Environmental feminists taking up space at Conference of Parties (COP)

by | Jan 9, 2018 | All posts, Sustainability and social inequality | 0 comments

COP23 is the 23rd annual Conference of Parties (COP) under the United Nations Framework Convention on Climate Change (UNFCCC), and was held on 6 to 17 November 2017 in Fiji to assess progress in dealing with climate change.

SCI PhD researcher Joanna Wilson reports back, suggesting that the voices of environmental feminists remain sidelined, despite the conference being branded as ‘inclusive’ and ‘participatory’.

COP23 is held in the spirit of ‘Talanoa’: a term that means ‘talk’ or ‘speak’ amongst Fijians. At COP23, it refers to a process of inclusive, participatory and transparent dialogue, and which puts Observers (civil society) at the heart of the process.  It is easy to see the ‘spirit of Talanoa’ widely in the daily practices of COP, at least on the surface.  For example, the Fijian Presidency held the first-ever ‘Open Dialogue’ which brought Parties (nation-states) together at the table with Observers, for the first time.  The purpose of this Open Dialogue was explicitly to enhance Observer engagement in the UNFCCC process.

Yet, below the surface, space remains a constant prominent issue at this year’s COP, which is split into two zones separated by a 15-minute brisk, walk. This so-called ‘innovative’ concept has been coined: ‘One Conference, Two Zones’ and is supposed to help manage a large number of expected delegates but in effect separates civil society (Bonn Zone) from Parties and negotiations (Bula Zone).  The difference between these two zones is striking.  In the Bonn Zone, it is common to see policies being analysed in huddles over tables, while the Bula Zone sees people dressed in well-pressed suits rushing from meeting to meeting.

Creating, demanding and occupying space

The Women and Gender Constituency (WGC), a collective of environmental feminist NGOs, are navigating their way around this increased separation but remain determined to create, demand and occupy space regardless.  Every morning the WGC create feminist space in their daily caucus.  It is the one space in COP, which I have come across, where men do not automatically take their place at the table.  The caucus is, refreshingly, dominated by women’s voices and space is used to highlight feminist side events that will take place through the day as well as establish which negotiations will be followed.

The WGC also organize collective thematic days, including Indigenous Women’s Day, Young Women’s Day and the main thematic day: Gender Day.  The Young Feminists, for example, used this opportunity to perform a powerful poem and to read out statistics involving women and girls, performed to music.  They concluded the meeting by inviting the audience to make their own pledge about what they will do to support young feminists.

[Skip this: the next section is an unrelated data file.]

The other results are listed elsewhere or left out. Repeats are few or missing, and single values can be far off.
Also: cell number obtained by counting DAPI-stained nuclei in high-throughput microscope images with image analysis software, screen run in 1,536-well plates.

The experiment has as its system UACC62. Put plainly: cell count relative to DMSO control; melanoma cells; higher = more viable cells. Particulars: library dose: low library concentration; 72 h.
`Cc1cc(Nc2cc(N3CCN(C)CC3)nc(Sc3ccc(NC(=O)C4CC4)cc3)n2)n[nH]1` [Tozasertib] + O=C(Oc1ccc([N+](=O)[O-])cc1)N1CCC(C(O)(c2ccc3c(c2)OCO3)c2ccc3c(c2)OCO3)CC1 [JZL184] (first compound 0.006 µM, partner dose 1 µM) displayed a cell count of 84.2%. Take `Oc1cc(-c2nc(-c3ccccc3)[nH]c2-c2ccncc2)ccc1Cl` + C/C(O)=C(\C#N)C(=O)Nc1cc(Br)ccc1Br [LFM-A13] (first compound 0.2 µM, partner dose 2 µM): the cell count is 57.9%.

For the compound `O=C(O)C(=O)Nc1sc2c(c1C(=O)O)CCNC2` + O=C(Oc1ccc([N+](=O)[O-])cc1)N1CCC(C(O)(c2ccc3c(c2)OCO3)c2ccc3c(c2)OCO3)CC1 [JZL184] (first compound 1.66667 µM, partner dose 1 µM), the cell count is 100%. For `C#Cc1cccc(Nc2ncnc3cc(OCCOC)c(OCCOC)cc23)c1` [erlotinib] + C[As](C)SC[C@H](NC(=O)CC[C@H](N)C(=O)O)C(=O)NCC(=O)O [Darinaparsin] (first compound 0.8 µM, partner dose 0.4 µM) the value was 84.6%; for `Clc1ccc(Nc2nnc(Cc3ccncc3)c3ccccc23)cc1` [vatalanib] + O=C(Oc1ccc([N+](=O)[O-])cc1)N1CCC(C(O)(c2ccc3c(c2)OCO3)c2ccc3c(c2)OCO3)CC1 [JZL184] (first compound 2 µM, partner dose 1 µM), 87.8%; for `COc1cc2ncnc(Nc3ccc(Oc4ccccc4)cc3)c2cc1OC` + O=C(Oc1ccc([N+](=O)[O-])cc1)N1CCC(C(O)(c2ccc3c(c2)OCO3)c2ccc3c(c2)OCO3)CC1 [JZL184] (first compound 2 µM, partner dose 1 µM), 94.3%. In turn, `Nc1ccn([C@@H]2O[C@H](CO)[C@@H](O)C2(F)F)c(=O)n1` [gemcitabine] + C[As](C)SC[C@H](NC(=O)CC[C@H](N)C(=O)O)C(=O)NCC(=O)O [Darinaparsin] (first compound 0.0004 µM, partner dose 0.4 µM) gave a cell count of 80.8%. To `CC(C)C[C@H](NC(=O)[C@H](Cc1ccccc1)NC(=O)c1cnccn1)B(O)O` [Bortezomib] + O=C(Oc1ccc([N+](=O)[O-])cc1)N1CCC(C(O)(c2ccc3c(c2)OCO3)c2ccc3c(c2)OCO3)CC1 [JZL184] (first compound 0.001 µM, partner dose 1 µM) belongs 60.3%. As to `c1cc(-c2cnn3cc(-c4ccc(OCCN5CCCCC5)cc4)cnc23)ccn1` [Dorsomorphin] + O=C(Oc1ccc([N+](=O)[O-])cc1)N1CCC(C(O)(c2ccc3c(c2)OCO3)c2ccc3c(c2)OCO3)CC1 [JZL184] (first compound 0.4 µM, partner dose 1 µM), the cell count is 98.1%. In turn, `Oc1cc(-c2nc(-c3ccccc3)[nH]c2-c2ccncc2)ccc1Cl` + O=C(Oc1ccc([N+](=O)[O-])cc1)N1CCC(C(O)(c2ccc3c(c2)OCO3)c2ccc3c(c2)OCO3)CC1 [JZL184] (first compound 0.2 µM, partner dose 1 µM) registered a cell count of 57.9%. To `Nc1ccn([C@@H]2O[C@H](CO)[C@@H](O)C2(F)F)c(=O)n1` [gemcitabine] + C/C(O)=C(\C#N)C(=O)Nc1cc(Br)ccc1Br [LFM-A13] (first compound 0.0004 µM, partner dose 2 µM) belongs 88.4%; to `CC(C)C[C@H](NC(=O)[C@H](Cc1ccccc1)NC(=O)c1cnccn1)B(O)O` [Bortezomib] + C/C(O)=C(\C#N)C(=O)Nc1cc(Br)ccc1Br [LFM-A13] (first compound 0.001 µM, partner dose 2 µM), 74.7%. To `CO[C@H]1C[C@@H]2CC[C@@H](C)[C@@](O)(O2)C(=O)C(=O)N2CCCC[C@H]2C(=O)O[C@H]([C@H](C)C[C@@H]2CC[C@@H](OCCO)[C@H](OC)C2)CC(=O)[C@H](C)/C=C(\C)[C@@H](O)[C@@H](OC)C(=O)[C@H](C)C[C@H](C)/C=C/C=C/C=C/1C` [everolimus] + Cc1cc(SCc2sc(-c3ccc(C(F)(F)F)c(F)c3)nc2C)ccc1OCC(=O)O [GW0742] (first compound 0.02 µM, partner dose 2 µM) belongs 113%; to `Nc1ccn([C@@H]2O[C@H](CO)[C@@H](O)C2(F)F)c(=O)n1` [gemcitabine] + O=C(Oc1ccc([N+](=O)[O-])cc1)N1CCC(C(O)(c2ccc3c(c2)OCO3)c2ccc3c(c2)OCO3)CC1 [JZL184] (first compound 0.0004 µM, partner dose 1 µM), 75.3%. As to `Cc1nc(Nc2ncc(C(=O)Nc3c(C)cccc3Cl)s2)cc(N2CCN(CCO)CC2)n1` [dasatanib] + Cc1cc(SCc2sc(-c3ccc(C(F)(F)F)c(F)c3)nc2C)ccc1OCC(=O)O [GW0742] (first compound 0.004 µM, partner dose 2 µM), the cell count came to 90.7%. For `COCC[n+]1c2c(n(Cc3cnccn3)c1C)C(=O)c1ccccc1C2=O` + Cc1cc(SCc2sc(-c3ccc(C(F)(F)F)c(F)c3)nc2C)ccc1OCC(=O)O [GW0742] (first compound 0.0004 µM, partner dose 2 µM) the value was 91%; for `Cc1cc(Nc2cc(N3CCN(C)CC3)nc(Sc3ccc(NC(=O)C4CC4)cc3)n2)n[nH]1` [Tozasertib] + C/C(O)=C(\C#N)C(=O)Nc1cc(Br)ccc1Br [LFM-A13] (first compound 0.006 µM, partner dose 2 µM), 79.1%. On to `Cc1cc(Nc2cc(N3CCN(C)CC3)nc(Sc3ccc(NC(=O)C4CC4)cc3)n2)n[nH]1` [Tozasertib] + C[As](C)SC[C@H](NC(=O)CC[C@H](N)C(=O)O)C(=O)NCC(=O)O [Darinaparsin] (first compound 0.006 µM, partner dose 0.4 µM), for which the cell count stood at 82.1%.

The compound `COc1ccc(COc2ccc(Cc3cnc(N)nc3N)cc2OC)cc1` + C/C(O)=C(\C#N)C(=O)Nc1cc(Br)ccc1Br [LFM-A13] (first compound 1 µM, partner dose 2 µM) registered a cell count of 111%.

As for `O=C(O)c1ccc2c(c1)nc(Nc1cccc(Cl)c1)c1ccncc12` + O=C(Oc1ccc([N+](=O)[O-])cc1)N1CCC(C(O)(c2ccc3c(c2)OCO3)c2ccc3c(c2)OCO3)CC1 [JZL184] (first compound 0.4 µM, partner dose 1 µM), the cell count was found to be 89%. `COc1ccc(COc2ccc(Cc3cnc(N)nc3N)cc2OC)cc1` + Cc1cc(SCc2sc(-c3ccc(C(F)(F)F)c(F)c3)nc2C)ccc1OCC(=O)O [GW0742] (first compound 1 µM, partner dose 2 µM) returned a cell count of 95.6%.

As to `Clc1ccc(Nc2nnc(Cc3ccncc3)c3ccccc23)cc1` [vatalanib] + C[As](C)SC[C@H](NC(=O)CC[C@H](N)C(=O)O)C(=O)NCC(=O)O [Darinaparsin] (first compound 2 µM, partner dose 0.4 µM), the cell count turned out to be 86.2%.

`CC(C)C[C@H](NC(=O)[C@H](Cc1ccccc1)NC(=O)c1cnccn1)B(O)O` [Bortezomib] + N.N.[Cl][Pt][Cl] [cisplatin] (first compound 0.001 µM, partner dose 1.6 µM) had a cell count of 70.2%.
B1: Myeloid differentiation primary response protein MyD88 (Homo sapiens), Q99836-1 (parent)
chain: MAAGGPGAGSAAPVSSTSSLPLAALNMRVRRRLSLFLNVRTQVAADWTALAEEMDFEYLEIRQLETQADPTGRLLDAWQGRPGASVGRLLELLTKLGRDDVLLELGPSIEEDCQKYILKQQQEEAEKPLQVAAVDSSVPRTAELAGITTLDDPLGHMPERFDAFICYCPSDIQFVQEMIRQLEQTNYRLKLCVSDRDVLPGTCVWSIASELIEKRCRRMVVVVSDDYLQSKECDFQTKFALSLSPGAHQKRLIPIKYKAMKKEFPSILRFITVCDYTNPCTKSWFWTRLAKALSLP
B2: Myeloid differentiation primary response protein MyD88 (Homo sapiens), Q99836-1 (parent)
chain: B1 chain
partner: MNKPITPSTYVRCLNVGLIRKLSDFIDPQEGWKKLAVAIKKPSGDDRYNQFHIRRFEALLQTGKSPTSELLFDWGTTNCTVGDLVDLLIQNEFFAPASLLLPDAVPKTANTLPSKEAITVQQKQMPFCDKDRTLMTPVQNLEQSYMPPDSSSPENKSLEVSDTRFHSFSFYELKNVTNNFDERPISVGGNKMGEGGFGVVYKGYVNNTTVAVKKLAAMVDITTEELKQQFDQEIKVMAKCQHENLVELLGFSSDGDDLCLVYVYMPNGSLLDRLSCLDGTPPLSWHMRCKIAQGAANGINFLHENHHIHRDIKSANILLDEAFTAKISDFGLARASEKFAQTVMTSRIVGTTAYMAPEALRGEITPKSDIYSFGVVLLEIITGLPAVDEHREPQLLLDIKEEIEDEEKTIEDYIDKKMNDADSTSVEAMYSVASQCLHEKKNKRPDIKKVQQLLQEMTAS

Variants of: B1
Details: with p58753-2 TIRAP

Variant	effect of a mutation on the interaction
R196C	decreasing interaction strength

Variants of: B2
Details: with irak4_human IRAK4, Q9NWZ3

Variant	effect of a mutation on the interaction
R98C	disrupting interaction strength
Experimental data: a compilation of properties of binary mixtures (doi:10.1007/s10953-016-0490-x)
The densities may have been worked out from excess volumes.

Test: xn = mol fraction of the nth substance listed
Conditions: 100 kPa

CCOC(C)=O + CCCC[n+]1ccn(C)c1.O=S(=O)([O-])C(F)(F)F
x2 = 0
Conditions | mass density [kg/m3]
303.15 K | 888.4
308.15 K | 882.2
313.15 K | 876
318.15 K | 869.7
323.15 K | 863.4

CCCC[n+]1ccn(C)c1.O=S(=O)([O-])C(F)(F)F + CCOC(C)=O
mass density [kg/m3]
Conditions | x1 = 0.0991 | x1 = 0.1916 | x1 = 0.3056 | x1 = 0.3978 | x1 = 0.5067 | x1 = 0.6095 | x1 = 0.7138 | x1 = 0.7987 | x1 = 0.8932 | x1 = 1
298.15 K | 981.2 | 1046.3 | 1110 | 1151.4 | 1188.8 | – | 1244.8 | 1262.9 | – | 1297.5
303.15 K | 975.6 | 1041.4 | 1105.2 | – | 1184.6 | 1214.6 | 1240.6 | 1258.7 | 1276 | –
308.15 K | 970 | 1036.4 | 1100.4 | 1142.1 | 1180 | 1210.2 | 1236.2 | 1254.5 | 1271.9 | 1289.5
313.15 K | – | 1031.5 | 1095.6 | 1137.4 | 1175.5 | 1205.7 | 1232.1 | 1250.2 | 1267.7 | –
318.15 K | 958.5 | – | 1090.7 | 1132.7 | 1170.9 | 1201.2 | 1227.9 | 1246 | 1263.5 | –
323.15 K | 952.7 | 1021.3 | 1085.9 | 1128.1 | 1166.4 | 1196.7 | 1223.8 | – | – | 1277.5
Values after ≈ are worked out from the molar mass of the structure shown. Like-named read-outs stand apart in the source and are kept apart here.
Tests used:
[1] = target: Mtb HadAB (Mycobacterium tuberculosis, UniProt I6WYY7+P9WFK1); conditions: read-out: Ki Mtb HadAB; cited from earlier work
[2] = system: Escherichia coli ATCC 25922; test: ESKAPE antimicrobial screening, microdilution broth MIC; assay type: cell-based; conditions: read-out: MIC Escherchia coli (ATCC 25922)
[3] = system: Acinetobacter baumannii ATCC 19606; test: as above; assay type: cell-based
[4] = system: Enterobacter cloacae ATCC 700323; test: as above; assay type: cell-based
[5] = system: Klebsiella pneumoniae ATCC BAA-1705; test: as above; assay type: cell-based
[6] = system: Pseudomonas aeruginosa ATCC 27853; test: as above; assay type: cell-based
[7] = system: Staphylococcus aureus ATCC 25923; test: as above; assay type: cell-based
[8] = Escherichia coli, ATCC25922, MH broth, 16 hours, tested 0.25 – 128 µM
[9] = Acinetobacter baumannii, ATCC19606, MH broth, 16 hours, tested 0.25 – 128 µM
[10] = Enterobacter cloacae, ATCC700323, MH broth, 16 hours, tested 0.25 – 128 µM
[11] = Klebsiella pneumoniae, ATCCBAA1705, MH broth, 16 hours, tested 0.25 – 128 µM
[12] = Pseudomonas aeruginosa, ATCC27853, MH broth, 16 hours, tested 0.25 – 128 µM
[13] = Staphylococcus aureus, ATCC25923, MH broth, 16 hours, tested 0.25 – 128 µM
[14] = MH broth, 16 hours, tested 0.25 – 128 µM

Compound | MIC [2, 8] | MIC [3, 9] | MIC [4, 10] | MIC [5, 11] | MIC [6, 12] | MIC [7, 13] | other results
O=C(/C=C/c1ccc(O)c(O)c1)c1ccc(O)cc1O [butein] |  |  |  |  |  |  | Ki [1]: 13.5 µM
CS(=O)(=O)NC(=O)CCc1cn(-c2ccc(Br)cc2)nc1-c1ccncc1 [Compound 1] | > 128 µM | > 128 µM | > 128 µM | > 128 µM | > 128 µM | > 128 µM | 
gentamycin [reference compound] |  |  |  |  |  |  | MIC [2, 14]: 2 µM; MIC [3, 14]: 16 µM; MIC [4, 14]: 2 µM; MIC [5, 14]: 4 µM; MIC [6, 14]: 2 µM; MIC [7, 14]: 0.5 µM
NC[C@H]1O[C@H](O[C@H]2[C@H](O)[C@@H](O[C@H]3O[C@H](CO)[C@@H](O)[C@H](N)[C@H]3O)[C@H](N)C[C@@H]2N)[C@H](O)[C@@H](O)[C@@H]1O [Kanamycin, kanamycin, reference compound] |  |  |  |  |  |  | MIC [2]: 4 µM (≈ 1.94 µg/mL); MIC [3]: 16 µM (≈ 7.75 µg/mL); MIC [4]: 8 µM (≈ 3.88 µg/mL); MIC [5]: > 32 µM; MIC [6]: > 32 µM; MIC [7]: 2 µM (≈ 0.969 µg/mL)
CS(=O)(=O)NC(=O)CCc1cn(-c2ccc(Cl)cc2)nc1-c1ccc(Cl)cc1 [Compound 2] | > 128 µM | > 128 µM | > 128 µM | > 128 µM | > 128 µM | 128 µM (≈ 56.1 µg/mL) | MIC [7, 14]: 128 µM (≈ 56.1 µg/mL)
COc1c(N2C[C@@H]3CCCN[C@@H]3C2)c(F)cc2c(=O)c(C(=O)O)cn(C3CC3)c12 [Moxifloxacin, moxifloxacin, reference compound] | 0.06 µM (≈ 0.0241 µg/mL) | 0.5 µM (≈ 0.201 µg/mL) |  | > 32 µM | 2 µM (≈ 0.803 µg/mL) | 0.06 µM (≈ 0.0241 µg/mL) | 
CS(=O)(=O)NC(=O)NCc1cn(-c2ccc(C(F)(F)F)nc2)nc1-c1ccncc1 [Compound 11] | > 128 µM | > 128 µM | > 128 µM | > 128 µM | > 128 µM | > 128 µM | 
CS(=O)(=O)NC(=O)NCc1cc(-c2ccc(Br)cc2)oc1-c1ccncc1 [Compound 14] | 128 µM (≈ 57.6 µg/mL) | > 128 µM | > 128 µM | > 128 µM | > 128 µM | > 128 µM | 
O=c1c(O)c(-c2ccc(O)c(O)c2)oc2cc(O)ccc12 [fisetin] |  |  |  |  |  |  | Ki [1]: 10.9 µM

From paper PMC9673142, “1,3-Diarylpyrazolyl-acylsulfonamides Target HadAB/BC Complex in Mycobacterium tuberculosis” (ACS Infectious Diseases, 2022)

The space created is one in which the WGC aim to create a ‘wonderful, friendly feminist vibe’ and remain non-hierarchical giving a voice to everyone.  This is a space that may be described as ‘feminine’ in its focus on co-operation, empathy, listening and sharing.  It is not a space for competition, blame or accusation.  Opening these caucuses up to Party Delegates means that this is a space that is truly held in the spirit of Talanoa.

Behind closed doors

However, despite impressive talk about a Talanoa Dialogue, there is still an increasing trend of meetings and negotiations being closed to Observers.  This has been the case with the negotiations on the Gender Action Plan (GAP), a critical outcome for this year’s COP, with almost all meetings remaining closed to Observers.  This show of support for enhanced Observer engagement, then, seems nothing more than political theatre: a symbolic gesture that has to be ‘seen’ to be being done.

Nevertheless, the WGC is demanding these spaces regardless.  While delegates from member states may be, to varying degrees, experienced diplomats, the WGC are gender experts.  They demand their expertise is given space within the negotiations, and they are frustrated with the losses that take place behind closed doors.  Yet, ultimately, access to space is still a constant struggle, from open meetings turning into closed meetings, to security guards preventing civil society from sitting, standing or congregating in certain spaces.  

Despite this, the WGC – particularly the energetic and passionate youth – work hard to identify spaces that they can occupy.  Saturday, for example, marked the last day for informal negotiations on the GAP and it seemed unclear that an agreement could be reached.  Members of the WGC congregated in the early morning of a Saturday to do no more than to wish the delegates good and positive energy as the entered the negotiating space.  The point of this urgent action, however, was much more than just a nice gesture.  Ultimately, it was a way of occupying denied space in the room, to remind delegates not only of the importance of reaching an agreement, but also as a way of saying: “We are still here, and we are still watching”.

The UNFCCC, and COP, is a Party-led system.  By its very nature, this places civil society, arguably those with most knowledge and expertise, behind, not in front.  Despite high profile nods being given to the need to enhance Observer participation as part of a Talanoa Dialogue, this is not happening on the ground.  Party Delegates working on the GAP barely seem to know who the WGC is, let alone come to them for advice and guidance.  If the spirit of Talanoa is to continue and to work effectively, then this needs to change.  Observers should, the WGC argue, be given much more space and their voices should be listened to, not silenced through procedure and process.


  • Joanna Wilson is a PhD Researcher in Politics at the Sustainable Consumption Institute, The University of Manchester.